At 17, I applied for my first ever tech job with the words “jack of all trades” at the top of my resume. I figured this was a good thing; it meant I was flexible and good at everything I did. Employers, unsurprisingly, saw it as a mark of aimlessness, and a career adviser told me to pick one thing and focus on it.
I chose my greatest love, programming, and in the fullness of time I got pretty decent at it. But I wanted more: to invent, craft systems, write, illustrate and design graphics. So after 10 years as a coder, I quit and went indie.
My husband Colin and I spent 5 years traveling the world and making our own small independent games. My first game Rebuild was hugely successful, and solo: I’d done all the design, writing, code, and art myself. It was a flat 2d game of course, because I wouldn’t touch 3d models with a 10 foot pole. I’d taken stabs at all the software – 3DS Max, Maya, Blender, ZBrush – and bounced off each one. I couldn’t get my head around the camera angles; I’d wreck things in the Z axis while working in the X and Y. Watching professionals, I felt I’d need years just to memorize all the hotkeys required to use those tools effectively. I swore I’d never make a 3d game.
Tilt Brush to be exact. I tried a private demo, waving my arms around to paint great huge solid lines of light. I was completely taken by the medium. My husband was too, and we immediately switched gears and teamed up with Radial Games to write Fantastic Contraption VR, a puzzle game where you grab and snap tinker-toy-like pieces together to make lifesized vehicles. It used those same large arm movements we found so neat in Tilt Brush.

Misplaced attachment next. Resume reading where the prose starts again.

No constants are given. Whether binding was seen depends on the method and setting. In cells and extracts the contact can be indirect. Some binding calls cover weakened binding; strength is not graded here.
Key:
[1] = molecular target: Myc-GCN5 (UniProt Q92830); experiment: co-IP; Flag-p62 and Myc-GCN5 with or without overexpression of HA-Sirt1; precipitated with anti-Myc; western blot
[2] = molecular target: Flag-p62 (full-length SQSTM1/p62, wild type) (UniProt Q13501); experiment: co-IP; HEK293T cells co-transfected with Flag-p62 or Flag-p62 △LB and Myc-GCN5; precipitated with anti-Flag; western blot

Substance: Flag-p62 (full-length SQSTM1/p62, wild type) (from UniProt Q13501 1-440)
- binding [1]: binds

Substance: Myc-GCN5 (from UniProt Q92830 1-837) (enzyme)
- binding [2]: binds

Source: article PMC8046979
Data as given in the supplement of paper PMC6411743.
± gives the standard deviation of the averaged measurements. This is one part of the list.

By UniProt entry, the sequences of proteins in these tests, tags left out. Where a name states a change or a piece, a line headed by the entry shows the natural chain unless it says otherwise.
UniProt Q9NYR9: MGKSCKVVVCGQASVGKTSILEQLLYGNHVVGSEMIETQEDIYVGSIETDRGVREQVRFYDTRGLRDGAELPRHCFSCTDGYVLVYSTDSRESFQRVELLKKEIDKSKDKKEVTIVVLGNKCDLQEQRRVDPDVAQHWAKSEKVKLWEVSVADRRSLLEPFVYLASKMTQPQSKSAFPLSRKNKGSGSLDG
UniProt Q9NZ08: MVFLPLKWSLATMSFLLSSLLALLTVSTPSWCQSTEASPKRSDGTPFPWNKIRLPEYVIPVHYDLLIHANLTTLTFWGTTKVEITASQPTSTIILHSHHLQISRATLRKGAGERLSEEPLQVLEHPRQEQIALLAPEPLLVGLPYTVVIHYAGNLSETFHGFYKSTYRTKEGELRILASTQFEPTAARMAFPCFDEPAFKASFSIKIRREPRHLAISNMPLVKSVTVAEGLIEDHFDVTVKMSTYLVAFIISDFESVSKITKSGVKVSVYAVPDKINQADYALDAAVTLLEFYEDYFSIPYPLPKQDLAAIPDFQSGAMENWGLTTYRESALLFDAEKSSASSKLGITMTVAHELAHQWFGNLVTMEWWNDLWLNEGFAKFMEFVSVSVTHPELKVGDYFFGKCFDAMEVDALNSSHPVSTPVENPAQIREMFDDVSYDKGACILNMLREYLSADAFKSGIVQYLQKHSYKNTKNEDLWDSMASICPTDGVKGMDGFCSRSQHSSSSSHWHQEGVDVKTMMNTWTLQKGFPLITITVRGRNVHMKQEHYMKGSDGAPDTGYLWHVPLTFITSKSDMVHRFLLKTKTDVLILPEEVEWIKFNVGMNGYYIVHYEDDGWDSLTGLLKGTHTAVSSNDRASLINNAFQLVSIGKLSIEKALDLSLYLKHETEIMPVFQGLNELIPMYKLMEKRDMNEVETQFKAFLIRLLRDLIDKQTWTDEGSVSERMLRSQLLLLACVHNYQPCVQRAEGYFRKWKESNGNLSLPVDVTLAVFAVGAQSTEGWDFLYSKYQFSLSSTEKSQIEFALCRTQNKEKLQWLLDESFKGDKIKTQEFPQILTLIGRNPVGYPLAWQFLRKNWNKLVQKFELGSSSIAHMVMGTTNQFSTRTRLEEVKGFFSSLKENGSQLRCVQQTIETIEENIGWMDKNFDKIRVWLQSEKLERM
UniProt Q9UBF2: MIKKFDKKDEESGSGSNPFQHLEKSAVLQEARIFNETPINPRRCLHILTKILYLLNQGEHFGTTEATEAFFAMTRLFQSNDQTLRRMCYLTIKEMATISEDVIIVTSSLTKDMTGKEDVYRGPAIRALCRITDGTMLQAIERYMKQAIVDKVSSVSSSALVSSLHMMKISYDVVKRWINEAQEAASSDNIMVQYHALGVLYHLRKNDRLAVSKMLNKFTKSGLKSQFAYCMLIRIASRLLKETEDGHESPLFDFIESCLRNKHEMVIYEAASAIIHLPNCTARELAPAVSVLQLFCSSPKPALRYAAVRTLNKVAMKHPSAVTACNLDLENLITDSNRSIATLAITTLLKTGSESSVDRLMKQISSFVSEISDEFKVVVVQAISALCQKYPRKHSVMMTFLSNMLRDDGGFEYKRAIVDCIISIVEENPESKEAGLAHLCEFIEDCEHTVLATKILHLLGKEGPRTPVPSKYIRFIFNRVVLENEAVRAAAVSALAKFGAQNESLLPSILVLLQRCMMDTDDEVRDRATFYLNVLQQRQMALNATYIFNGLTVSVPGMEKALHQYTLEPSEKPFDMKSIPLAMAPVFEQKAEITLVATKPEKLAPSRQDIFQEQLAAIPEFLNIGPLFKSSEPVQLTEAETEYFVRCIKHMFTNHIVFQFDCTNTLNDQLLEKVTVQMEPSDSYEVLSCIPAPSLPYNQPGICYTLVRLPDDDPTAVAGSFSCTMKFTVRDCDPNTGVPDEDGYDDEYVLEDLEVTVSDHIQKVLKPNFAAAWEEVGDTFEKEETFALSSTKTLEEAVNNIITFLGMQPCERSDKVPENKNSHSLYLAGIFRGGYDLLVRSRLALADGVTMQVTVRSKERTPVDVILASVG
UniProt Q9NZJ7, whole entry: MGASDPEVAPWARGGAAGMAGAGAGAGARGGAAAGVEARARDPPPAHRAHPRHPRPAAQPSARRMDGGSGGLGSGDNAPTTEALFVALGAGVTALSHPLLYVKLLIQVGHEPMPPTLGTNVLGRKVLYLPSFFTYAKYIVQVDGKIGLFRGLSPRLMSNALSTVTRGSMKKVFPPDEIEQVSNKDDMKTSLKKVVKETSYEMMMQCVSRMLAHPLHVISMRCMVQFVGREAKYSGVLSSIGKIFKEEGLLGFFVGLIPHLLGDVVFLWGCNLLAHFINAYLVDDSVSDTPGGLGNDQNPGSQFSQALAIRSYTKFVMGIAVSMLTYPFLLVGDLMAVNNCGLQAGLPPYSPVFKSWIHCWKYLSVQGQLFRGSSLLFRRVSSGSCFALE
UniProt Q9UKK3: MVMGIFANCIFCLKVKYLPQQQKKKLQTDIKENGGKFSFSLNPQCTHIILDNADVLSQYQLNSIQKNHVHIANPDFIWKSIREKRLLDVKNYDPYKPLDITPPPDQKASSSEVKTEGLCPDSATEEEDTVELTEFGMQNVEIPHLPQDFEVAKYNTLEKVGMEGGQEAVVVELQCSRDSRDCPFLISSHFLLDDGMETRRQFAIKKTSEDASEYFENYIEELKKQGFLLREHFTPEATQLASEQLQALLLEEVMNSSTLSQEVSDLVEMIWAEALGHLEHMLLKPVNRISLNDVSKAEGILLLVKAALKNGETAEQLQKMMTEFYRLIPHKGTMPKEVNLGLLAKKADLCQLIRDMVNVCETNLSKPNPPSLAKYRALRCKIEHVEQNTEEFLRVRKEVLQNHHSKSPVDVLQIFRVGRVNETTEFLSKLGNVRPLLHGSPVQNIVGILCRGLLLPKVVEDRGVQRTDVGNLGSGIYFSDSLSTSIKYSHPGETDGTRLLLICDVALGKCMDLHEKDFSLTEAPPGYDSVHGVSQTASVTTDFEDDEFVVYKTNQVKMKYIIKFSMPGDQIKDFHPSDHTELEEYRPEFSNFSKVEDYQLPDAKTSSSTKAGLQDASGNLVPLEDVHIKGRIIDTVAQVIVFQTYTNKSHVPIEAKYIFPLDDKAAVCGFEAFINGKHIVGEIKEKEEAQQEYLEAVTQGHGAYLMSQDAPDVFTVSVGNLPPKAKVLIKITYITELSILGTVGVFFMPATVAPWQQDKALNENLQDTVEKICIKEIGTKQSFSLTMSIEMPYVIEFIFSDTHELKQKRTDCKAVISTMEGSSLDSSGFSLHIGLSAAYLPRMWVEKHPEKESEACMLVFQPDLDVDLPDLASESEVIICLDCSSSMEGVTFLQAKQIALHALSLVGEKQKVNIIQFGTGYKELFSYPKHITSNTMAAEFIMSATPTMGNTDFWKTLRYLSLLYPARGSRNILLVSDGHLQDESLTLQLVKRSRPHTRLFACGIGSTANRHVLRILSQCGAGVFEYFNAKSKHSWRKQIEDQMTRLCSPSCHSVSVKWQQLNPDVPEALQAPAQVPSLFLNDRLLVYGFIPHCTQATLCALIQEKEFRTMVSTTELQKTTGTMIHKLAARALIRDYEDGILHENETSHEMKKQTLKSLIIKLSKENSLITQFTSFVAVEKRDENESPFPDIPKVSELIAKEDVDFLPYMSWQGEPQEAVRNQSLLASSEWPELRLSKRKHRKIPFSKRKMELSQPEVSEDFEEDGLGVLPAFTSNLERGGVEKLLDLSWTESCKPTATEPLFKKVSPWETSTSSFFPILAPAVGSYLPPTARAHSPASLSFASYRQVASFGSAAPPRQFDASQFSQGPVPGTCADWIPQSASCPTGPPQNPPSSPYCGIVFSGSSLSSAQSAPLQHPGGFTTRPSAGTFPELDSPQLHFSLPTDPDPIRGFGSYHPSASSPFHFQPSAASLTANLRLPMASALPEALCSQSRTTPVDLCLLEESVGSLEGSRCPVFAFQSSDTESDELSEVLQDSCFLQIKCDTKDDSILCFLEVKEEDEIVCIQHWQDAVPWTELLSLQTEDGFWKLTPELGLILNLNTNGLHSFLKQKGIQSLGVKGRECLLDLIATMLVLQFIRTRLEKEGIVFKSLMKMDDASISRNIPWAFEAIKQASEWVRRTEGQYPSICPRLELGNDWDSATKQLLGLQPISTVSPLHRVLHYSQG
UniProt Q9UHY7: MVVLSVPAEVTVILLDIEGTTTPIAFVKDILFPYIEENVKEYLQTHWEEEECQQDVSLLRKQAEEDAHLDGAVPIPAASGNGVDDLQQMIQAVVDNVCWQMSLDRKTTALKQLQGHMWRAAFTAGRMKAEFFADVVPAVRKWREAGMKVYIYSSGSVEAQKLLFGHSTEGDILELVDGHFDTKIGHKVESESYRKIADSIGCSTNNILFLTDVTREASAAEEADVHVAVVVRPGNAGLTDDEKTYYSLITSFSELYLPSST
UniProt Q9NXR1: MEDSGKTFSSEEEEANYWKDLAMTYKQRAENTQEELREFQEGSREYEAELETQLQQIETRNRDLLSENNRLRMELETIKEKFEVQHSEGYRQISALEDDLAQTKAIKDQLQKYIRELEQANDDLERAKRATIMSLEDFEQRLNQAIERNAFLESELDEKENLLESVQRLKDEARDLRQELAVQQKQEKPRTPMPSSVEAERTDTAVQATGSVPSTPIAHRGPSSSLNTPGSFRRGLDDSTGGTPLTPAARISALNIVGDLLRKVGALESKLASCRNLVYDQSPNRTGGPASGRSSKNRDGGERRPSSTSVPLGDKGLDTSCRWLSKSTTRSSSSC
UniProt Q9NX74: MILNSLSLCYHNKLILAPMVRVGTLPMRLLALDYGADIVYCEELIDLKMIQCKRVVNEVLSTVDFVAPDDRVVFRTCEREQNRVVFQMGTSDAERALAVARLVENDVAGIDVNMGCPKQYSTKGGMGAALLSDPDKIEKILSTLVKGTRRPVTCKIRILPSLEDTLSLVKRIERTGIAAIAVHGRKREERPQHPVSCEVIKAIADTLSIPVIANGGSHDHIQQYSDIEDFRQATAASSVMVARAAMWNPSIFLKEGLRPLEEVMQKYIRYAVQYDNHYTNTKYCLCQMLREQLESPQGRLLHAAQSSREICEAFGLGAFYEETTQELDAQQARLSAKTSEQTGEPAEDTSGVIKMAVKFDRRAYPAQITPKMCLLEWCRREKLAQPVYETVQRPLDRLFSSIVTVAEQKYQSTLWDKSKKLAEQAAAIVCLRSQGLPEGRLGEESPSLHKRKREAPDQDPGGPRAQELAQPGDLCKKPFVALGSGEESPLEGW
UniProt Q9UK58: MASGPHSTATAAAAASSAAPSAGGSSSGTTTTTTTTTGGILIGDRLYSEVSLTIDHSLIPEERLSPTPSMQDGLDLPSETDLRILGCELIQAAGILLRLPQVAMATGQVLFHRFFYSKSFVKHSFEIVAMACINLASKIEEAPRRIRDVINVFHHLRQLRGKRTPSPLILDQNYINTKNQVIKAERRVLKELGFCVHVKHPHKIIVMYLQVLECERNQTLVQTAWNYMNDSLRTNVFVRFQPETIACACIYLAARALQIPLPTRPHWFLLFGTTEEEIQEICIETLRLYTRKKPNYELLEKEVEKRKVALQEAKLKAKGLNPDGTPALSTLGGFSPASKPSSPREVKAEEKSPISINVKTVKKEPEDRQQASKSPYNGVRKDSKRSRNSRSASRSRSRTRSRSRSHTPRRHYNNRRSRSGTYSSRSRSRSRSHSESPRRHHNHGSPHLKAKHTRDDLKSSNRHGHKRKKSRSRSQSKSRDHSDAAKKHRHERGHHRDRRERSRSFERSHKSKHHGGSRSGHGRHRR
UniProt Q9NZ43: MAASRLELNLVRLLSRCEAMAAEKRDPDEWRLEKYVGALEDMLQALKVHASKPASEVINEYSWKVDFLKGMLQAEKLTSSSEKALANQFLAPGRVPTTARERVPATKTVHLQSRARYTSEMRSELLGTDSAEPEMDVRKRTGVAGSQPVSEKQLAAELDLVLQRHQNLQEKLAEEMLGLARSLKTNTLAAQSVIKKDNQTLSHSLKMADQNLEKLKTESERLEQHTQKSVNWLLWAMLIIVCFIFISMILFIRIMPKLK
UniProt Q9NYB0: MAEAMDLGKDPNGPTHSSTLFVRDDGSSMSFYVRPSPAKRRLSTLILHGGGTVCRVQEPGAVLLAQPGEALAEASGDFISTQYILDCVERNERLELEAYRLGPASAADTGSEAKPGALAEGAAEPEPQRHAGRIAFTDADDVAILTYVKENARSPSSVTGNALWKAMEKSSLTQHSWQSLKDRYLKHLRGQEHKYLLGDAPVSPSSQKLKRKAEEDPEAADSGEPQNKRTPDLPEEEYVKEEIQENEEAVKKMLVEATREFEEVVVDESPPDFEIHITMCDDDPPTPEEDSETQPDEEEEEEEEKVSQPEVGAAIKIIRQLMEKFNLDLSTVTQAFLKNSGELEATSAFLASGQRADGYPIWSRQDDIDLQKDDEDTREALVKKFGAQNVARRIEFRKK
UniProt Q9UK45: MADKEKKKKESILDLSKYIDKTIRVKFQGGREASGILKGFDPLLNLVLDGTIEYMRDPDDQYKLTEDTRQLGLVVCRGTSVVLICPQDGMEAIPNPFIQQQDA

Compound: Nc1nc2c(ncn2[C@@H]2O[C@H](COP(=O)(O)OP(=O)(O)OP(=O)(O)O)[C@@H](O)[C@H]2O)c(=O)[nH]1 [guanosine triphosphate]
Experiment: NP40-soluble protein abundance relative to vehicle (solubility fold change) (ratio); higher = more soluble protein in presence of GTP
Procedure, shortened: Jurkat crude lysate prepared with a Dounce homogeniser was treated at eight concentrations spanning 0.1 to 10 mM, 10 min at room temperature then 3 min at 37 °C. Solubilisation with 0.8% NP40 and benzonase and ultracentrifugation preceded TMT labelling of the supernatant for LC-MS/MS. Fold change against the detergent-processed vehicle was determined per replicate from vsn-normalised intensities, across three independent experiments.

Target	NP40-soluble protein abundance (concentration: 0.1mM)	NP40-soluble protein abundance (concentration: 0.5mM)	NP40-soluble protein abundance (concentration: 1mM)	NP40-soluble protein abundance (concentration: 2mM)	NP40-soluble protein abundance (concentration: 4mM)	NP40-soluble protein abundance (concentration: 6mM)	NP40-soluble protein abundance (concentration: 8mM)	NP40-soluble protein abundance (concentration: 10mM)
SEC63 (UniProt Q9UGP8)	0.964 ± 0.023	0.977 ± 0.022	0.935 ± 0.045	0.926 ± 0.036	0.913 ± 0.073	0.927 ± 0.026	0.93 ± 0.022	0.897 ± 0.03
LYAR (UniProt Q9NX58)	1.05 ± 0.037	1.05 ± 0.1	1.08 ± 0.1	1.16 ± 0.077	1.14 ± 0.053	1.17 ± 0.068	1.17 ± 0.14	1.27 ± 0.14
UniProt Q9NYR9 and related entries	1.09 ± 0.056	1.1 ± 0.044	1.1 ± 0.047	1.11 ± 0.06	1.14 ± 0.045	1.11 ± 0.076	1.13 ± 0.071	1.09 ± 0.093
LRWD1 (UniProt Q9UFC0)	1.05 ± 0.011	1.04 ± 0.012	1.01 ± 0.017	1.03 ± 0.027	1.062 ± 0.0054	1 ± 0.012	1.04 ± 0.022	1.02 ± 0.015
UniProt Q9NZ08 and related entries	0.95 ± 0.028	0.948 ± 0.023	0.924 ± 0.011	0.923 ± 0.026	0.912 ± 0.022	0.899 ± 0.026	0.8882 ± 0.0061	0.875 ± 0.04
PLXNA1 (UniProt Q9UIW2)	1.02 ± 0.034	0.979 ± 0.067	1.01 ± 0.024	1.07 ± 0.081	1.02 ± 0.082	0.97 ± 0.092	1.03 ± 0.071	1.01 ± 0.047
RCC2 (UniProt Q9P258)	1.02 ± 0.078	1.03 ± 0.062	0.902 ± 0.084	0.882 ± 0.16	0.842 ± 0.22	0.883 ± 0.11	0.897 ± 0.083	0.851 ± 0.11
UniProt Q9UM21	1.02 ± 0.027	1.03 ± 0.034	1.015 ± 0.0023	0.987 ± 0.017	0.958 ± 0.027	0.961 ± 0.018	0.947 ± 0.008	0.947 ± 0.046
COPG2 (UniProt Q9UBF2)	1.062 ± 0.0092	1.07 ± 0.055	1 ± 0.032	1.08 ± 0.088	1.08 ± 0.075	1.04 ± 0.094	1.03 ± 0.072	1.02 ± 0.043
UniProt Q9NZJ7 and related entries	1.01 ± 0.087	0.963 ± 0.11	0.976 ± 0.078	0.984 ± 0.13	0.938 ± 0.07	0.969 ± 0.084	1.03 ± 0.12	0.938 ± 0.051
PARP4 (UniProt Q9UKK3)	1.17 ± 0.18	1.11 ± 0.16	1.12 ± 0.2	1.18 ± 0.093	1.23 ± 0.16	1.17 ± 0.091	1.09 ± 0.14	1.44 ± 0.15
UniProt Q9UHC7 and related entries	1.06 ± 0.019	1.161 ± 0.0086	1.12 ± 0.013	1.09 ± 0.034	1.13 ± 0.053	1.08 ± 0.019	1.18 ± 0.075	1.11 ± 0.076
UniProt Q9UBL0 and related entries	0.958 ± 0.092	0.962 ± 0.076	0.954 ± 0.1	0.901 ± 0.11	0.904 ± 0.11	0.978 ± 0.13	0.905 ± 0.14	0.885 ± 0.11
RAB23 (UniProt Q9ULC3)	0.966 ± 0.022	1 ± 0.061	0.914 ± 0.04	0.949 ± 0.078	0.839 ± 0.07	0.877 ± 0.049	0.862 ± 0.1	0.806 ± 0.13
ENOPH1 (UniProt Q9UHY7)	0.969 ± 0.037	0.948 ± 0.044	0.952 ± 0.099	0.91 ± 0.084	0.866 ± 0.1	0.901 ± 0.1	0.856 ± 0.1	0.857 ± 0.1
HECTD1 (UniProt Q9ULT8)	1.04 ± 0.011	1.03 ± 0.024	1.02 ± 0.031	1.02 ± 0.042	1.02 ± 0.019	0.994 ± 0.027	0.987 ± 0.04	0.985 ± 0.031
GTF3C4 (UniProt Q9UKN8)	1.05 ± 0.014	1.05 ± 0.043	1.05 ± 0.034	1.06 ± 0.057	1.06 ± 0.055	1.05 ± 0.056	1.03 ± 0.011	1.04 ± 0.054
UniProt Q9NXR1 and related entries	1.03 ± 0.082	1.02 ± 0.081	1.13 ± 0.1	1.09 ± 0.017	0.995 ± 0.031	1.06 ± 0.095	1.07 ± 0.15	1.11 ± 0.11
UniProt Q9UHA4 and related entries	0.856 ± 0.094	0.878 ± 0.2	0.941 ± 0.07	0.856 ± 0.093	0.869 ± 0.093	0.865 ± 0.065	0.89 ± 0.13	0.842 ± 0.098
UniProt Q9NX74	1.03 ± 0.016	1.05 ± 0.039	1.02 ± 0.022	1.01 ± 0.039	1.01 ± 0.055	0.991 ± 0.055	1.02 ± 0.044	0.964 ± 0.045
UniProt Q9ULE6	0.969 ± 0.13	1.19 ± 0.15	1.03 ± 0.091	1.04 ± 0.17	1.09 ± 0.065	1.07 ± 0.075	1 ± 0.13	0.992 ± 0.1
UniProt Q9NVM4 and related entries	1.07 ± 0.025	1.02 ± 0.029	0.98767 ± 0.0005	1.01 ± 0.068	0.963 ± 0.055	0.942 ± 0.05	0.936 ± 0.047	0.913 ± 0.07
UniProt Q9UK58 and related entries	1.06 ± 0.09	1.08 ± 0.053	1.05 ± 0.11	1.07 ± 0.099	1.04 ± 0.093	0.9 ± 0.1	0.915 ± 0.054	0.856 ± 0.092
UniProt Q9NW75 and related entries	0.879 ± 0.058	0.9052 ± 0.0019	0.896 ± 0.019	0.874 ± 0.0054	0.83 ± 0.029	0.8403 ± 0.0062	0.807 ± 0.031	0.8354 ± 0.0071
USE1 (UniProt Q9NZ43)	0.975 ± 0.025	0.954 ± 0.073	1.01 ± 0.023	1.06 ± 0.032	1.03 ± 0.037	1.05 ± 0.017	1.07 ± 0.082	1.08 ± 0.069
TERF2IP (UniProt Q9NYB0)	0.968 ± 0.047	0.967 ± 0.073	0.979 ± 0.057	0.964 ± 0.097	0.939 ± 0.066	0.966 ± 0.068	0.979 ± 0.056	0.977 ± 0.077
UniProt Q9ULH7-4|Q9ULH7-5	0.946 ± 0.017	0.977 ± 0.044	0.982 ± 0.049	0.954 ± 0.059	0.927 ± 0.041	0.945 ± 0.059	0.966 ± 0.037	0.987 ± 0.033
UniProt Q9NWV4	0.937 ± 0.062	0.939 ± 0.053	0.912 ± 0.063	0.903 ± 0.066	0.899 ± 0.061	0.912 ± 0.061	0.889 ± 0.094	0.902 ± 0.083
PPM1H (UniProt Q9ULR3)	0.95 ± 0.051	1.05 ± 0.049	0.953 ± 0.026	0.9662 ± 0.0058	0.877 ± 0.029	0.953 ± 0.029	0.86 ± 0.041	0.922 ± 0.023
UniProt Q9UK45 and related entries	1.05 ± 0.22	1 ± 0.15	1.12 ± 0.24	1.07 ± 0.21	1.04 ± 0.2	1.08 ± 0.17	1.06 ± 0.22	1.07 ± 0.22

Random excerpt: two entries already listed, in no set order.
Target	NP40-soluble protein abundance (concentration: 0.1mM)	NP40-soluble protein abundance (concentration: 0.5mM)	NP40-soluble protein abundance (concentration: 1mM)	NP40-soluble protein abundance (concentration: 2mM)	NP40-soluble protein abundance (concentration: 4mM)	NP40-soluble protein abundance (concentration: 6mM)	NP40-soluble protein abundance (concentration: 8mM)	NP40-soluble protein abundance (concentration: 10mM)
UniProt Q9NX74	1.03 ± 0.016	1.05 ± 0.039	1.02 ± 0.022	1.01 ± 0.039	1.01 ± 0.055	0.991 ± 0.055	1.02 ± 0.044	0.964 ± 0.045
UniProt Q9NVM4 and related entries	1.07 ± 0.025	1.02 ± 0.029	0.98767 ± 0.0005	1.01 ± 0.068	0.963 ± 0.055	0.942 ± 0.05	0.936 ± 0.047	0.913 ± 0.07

I stayed deeply into Tilt Brush. Some of the early sample art packaged with it was mine. And I’m not – well, I had never considered myself to be an artist. I just found it so incredibly intuitive and easy to use. If you want to draw a line from here to there, you just… move your arm from here to there. Nothing like the frustrations I’d had with traditional 3d modeling software.
I wondered if I could make art assets for a VR game inside VR, and the answer was oh yes you can!
After some experimenting with tools like Medium, Quill, and MasterpieceVR, I discovered Gravity Sketch, and used it to make a little (unreleased) game about gardening on an alien planet. I modeled while sitting cross-legged on my bed, scaling and rotating the object in front of me as I tweaked it, leaning over it to see details, scaling it up to get a sense of how it would feel in the game. The hand motions in Gravity Sketch are so natural, and the basic functions – draw, move, rotate, copy, undo, all mapped to a different button to make creation flow so effortlessly.
I’ve seen the future of 3d modeling, and this is it.
Along the way Colin and I found ourselves in the VR community, and time and again we were intrigued by the incredible art being created. Like Cabbibo’s liquid iridescent creatures made from math, Liz Edward’s paintings which become your whole world when you step into them, or Sean Tann’s interactive rainbow experiments.
VR is a new artistic medium, and the artists experimenting it are wonderfully unbounded in their ideas. We wanted to help connect these artists and share their creations with the world, which is what brought us to create The Museum of Other Realities.
Initially, the MOR was a series of self-enclosed art experiences by a variety of VR-centric artists, joined together via a lobby area with entrances to each one. Entirely digital, the lobby was styled as a traditional brick-and-mortar art gallery with neutral white walls and smaller pieces of art on pedestals.